America’s reindustrialization dilemma

Photo by Jason Keen / Michigan Central

A new Detroit conference highlights the optimism and contradictions of a key economic shift

Deindustrialization destroyed the Midwest and America’s middle class. The question now is whether a new generation of entrepreneurs are willing and able to sprint and recover what was lost in the throes of the most ferocious global competition in history.

That was the prompt this week in Detroit, where I attended Reindustrialize, a new conference that brought together about 500 founders, investors and manufacturing execs around the dream of “ensuring long-term economic growth and global competitiveness in the modern era” for America.

Lux’s own Chris Power of Hadrian launched the conference with a fiery keynote that emphasized not just the need for reindustrialization, but the need for it fast. He argued that we don’t have ten years to rebuild America’s manufacturing capability, but perhaps as short as three years given rising competition from China in everything from EVs to chips.

Photo by Danny Crichton.
Photo by Danny Crichton.

Unlike most tech conferences where one wonders how any human could develop such a passion for revenue-cycle management or non-fungible tokens, dedication, duty and determination oozed from participants. Many speakers recounted their backgrounds from former industrial capitals like Cleveland or Buffalo and how they had personally witnessed the immiseration of their communities during their lifetimes and now wanted to fight back. Many also noted their humble origins from working-class families, attuned to the economic anguish and backsliding that has buffeted two generations of Americans.

Across dozens of conversations, the recurring narrative was sober optimism. These were mostly founders after all, and they were consistently hopeful that America was waking up to what was lost and trying to fix it. No one I talked to was a wild-eyed idealist (again, unlike other tech conferences where you wonder where the LSD is being handed out). Unsurprisingly, building hardware and running a production line has a tendency to ground everyone to reality.

Photo by Danny Crichton.
Photo by Danny Crichton.

Symbolically, the conference was hosted in Newlab Detroit, a gorgeous industrial rebuild of the historic Book Depository building. It’s Newlab’s second location after a rebuild of Brooklyn’s Navy Yard, which similarly hosts dozens of startups focused on advanced manufacturing and bringing the frontiers of science to the physical world. Newlab Detroit is adjacent to the Michigan Central rail station, which became infamous as one of the greatest ‘ruin porn’ sites in the world before a recent $1 billion renovation funded by Bill Ford of the eponymous auto company returned the station to its former Beaux-Arts glory (it shares the same architects as New York City’s Grand Central Terminal).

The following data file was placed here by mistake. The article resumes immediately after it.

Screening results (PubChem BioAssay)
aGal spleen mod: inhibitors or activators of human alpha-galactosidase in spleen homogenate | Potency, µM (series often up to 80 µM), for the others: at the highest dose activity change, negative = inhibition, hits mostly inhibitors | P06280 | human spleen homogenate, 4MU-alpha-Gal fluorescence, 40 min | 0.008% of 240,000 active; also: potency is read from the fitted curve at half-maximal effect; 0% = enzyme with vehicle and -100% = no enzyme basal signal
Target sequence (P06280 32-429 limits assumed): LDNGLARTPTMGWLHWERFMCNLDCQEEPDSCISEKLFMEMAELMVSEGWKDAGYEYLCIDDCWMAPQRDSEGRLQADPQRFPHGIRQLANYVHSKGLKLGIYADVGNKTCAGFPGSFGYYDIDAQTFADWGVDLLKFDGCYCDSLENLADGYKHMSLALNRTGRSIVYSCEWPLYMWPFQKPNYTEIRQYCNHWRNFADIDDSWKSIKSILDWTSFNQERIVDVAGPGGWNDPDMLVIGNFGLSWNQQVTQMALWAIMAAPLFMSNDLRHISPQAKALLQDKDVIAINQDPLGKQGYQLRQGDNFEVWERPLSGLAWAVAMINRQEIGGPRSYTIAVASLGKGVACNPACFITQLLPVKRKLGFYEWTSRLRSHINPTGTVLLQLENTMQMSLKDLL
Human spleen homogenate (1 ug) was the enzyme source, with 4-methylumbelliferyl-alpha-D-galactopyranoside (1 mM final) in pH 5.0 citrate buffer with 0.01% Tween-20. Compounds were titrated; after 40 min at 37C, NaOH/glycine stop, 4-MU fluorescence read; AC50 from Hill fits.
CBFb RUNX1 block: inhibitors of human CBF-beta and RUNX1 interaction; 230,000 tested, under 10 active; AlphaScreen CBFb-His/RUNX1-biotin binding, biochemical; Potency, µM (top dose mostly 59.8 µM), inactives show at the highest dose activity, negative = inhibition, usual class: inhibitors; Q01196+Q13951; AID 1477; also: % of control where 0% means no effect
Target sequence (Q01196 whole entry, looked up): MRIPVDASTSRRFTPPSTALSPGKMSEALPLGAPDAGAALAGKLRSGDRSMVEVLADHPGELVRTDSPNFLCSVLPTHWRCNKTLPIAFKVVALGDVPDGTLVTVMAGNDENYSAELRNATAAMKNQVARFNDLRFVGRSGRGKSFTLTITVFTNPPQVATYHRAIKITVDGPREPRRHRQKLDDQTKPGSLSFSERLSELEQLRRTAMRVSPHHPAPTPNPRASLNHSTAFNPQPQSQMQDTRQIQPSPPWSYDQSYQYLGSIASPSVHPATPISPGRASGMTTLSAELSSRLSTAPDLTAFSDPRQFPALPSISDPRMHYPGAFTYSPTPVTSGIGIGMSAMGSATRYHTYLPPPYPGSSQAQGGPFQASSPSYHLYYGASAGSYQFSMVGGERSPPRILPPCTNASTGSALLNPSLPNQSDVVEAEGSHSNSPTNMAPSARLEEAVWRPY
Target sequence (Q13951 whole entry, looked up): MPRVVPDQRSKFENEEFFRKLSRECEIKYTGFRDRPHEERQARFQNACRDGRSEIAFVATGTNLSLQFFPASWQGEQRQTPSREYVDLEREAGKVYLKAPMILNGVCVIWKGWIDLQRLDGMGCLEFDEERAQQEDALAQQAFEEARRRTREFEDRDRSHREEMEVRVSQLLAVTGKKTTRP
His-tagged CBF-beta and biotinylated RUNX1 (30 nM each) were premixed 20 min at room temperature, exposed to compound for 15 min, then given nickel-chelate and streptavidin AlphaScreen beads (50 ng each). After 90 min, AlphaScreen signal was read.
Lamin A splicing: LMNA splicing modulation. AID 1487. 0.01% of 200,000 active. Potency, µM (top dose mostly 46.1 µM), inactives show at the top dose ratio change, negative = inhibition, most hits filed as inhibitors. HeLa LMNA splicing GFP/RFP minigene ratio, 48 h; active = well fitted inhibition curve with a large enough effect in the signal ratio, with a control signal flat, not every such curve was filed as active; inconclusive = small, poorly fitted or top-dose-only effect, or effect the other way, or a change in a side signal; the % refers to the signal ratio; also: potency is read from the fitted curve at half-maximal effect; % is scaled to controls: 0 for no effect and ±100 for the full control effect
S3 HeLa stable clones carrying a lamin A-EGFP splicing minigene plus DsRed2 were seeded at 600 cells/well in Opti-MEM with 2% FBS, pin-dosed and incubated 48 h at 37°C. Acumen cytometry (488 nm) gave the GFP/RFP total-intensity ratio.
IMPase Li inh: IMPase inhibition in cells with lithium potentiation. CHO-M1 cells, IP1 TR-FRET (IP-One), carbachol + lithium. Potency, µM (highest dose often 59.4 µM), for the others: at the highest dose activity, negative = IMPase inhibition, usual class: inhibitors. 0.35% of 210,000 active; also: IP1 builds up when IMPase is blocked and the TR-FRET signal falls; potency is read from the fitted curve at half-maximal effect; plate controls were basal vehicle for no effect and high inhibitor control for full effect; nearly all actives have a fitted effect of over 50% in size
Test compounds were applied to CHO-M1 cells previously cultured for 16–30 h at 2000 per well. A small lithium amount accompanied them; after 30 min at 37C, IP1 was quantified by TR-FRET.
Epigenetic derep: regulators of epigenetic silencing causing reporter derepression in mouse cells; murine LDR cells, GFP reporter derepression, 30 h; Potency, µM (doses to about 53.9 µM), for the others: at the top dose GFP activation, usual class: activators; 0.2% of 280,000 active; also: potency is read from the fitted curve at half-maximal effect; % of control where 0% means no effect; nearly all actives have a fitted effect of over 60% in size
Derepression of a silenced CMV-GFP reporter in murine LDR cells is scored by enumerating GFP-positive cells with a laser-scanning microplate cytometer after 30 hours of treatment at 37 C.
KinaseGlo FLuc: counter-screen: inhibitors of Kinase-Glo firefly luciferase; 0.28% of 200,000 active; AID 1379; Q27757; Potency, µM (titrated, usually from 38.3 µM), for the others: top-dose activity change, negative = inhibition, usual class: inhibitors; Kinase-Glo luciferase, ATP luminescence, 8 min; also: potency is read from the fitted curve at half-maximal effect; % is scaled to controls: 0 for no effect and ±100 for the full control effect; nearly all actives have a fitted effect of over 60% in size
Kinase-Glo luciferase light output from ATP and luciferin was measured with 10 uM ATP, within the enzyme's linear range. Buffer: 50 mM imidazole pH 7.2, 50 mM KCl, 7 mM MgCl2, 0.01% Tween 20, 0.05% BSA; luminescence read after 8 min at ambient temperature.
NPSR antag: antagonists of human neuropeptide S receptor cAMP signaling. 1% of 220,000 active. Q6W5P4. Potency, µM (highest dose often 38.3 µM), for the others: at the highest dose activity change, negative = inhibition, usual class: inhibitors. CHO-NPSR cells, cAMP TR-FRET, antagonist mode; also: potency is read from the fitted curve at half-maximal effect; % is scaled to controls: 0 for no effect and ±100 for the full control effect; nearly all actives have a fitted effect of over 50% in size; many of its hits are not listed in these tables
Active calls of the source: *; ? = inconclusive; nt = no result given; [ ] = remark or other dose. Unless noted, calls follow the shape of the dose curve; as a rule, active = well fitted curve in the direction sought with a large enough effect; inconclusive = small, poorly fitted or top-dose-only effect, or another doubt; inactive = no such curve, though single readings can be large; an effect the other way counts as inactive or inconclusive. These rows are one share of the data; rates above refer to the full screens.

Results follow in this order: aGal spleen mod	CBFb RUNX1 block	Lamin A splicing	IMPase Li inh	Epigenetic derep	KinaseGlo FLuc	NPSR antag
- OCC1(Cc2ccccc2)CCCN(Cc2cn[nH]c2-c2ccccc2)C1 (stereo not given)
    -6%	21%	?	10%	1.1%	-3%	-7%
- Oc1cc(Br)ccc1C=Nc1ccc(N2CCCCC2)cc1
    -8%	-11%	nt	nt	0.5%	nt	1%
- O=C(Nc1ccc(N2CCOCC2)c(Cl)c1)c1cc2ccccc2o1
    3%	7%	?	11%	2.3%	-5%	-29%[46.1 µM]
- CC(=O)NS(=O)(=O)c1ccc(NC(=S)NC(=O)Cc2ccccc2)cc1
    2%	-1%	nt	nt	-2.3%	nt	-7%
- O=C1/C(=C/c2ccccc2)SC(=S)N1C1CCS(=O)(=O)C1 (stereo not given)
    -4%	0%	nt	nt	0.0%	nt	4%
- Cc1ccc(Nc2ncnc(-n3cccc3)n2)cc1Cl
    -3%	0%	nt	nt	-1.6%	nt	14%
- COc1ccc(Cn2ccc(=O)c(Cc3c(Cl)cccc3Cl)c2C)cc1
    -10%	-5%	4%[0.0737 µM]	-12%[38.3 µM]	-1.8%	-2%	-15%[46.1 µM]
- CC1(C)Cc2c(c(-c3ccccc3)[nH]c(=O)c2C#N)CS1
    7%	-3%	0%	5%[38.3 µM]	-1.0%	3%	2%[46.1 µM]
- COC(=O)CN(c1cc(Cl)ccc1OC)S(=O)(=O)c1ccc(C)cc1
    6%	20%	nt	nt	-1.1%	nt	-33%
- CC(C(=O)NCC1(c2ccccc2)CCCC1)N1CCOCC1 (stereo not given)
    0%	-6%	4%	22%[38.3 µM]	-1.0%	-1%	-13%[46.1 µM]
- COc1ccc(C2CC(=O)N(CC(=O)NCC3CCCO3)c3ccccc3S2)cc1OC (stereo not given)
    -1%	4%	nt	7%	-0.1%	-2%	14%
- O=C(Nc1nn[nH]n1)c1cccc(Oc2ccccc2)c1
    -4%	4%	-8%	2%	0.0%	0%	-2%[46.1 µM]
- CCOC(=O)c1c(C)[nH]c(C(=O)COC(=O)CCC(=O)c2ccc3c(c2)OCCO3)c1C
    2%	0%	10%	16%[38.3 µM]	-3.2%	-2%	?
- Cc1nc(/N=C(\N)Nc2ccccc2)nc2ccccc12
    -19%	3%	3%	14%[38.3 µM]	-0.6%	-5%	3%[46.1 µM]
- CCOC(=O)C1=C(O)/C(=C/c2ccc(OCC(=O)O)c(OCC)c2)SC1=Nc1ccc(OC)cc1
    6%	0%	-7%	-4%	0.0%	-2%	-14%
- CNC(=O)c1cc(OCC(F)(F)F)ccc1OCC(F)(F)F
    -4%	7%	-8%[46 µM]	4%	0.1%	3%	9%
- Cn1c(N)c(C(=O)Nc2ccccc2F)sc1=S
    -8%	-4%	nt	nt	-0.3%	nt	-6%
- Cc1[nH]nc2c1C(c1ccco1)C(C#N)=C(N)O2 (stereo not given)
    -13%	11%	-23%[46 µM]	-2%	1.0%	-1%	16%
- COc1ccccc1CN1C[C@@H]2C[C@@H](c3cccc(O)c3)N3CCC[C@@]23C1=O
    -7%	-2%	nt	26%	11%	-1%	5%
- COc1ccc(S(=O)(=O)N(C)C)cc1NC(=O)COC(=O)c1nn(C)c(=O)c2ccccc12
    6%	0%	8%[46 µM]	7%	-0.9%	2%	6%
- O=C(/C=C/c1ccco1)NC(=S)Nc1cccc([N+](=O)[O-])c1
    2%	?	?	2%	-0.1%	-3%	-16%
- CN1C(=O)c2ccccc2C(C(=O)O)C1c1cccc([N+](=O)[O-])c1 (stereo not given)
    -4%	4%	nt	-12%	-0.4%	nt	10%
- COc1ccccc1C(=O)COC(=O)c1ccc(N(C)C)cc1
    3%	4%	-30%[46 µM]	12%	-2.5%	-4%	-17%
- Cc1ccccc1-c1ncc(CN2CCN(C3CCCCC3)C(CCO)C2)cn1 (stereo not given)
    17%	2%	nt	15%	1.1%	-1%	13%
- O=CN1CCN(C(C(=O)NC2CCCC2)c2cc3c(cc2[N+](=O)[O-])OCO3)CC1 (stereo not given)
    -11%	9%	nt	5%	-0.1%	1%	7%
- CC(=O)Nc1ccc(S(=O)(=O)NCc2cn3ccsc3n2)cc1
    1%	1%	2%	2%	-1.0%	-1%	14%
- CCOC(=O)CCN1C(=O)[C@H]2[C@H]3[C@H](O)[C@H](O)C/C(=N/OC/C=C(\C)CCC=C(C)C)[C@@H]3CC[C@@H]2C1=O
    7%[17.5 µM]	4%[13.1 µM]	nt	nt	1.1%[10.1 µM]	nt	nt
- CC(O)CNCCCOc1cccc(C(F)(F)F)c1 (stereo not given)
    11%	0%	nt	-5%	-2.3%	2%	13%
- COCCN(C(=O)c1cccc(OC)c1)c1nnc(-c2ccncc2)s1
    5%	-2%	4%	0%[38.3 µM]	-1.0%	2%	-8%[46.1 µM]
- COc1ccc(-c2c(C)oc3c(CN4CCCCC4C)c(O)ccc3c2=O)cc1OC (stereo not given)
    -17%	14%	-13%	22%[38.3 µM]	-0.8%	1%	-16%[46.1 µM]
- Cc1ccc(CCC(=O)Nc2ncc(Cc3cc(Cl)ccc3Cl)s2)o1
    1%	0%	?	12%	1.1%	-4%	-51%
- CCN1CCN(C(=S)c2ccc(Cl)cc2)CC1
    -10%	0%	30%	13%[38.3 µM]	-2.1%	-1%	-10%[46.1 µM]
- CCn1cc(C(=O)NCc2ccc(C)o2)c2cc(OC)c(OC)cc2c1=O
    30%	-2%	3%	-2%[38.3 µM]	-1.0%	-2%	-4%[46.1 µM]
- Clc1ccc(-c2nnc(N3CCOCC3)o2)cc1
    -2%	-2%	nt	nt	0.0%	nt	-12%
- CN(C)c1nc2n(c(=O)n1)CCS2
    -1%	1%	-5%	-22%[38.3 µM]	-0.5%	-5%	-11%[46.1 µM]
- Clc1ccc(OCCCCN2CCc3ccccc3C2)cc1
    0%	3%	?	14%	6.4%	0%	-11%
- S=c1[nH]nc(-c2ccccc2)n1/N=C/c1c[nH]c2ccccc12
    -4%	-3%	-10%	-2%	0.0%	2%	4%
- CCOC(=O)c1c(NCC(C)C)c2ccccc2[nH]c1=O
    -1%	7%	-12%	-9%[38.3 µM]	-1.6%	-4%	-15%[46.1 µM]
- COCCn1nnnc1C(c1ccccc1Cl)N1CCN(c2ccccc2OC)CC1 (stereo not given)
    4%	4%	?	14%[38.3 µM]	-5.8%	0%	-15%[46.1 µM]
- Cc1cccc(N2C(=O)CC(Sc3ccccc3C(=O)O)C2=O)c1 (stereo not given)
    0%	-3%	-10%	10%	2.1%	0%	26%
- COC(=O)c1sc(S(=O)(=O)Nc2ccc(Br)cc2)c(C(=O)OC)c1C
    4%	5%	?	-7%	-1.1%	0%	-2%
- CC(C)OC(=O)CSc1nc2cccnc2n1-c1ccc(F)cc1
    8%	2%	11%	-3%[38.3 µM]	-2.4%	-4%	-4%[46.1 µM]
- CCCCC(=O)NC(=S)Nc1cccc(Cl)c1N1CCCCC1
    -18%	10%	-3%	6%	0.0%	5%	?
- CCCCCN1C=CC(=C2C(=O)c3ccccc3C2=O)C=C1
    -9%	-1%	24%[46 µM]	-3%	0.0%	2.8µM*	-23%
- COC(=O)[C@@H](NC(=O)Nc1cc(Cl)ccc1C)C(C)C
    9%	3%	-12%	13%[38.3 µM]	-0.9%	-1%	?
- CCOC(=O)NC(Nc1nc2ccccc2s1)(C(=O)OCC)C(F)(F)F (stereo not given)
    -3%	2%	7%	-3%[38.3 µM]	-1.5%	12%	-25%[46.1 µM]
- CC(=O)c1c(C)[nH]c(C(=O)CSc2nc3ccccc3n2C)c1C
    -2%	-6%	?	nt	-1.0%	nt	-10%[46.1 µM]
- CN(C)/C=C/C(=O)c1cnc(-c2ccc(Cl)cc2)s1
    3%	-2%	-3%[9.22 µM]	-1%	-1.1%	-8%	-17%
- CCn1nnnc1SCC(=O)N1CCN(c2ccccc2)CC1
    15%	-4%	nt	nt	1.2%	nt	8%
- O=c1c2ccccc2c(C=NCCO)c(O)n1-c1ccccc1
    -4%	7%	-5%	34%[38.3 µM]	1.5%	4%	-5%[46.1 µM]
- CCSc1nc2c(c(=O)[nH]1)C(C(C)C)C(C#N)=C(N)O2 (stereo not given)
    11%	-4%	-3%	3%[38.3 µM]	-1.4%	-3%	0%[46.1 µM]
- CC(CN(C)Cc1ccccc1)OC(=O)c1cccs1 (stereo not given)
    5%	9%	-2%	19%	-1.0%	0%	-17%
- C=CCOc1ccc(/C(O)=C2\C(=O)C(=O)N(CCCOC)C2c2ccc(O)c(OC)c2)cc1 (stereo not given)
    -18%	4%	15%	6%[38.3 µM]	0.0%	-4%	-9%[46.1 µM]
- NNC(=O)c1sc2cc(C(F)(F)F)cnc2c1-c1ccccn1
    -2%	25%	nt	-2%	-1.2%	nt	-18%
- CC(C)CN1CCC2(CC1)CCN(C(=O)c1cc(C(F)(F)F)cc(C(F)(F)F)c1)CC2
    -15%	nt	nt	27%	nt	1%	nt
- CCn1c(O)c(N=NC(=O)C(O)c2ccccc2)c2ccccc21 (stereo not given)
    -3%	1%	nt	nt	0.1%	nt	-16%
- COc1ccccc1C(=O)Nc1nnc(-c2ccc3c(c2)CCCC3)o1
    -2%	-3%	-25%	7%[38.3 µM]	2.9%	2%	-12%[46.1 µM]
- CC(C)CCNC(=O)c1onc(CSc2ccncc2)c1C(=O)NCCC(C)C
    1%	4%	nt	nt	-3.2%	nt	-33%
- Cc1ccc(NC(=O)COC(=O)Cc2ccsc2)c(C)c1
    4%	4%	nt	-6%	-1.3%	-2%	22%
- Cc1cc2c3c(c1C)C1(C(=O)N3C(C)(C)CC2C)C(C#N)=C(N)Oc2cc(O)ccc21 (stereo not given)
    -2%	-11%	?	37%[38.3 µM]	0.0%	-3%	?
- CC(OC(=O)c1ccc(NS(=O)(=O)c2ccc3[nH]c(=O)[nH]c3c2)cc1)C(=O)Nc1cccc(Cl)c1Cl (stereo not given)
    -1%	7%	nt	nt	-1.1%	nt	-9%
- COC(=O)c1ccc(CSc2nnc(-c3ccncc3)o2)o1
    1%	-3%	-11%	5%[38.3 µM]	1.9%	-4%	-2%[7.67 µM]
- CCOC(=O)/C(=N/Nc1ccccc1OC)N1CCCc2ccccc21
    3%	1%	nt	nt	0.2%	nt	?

Photo by Thomas Hawk via Flickr used under Creative Commons.
Photo by Thomas Hawk via Flickr used under Creative Commons.

For my part, I was the hostile interloper, taking up the position that “Reindustrialization isn’t Possible” as part of a debate against Augustus Doricko, founder of cloud-seeding startup Rainmaker and prominent Gundo proselytizer, as well as Fil Aronshtein of Dirac, which automates the creation of assembly instructions for manufacturing.

(Life Tip: It’s always fun to be the counter-argument to an entire conference’s thesis – just ask RFK Jr. the next time he visits the American Medical Association’s annual convention).

My argument during the debate focused on incentives, or rather disincentives. As much as everyone wants manufacturing to return to America, there remains a thicket of problems. Students are drafted along an intellectual route in school that all but precludes them from factory jobs, and that’s understandable given that salary, health and work flexibility remain superior in office jobs compared to most physical work. Would someone rather be bored sitting in a fluorescent-lit office waiting to respond to emails, or be paid less and work harder on a factory floor?

One of Augustus’s arguments was essentially yes, that Gen Z workers coming up through the system today are turning away from eye-wateringly expensive university educations and the nihilism of managerial capitalism to return to handiwork and tradecraft. I asked our overflow audience whether they had children, and if they would support their children becoming welders over office workers. That was a stupid blunder on my part, since 100% of the audience confirmed with a hand raise that they wanted their children to take a different path in life (it was the Reindustrialize conference after all).

It was a frenetic conversation, and I could see shadows of the 1960s anthem, “Turn on, tune in, drop out” hiding in the corners of the arguments. Rather than continue on the soulless conveyor belt of bureaucratic mediocrity, why not drop out and own your own destiny through physical labor? That’s been the argument of scholars like Matthew Crawford for years, whose 2009 book Shop Class as Soulcraft is one of many that argues for the return to prominence of manual trades and observes the immense existential pleasure that building can deliver to the human psyche.

Ultimately, the debate boiled down to economics and systems versus culture and philosophy. Do rational incentives win, or will students and new workers choose a different course even if it means giving up a bump in salary or the comfort of an air-conditioned albeit stale cubicle?

That’s where I had to break with the narrative of the conference. For deindustrialization wasn’t a cultural shift, but rather a premeditated strategy organized through economic incentives that pushed American workers to higher-margin industries and away from low-margin work. It was a naive attempt to boost America’s anemic productivity growth in the 1980s and 1990s by taking advantage of the imminent IT revolution to raise living standards.

Here’s the thing: it worked. America’s per capital income exceeded $76,000 in 2022, and has doubled in real terms since the 1980s. There are well-chronicled challenges with inequality, as well as an open question whether a doubling over forty years is fast enough growth. But Americans are making more money than ever before — and there is little evidence that reindustrialization will accelerate that income growth or offer a more productive life to more people.

As can be expected from a large group of startup founders, there was a can-do spirit in line with the general American patriotism suffusing the event. Founder after founder told me that they themselves were part of the rekindling of America’s fiery industrial engine, and that what they needed from government was mostly for it to get out of their way and let them build. The most consistent policy recommendation I heard was protectionism: the need for trade barriers to help their fledgling startups survive against a remorseless global marketplace (what economists in developing countries generally call infant-industry protections).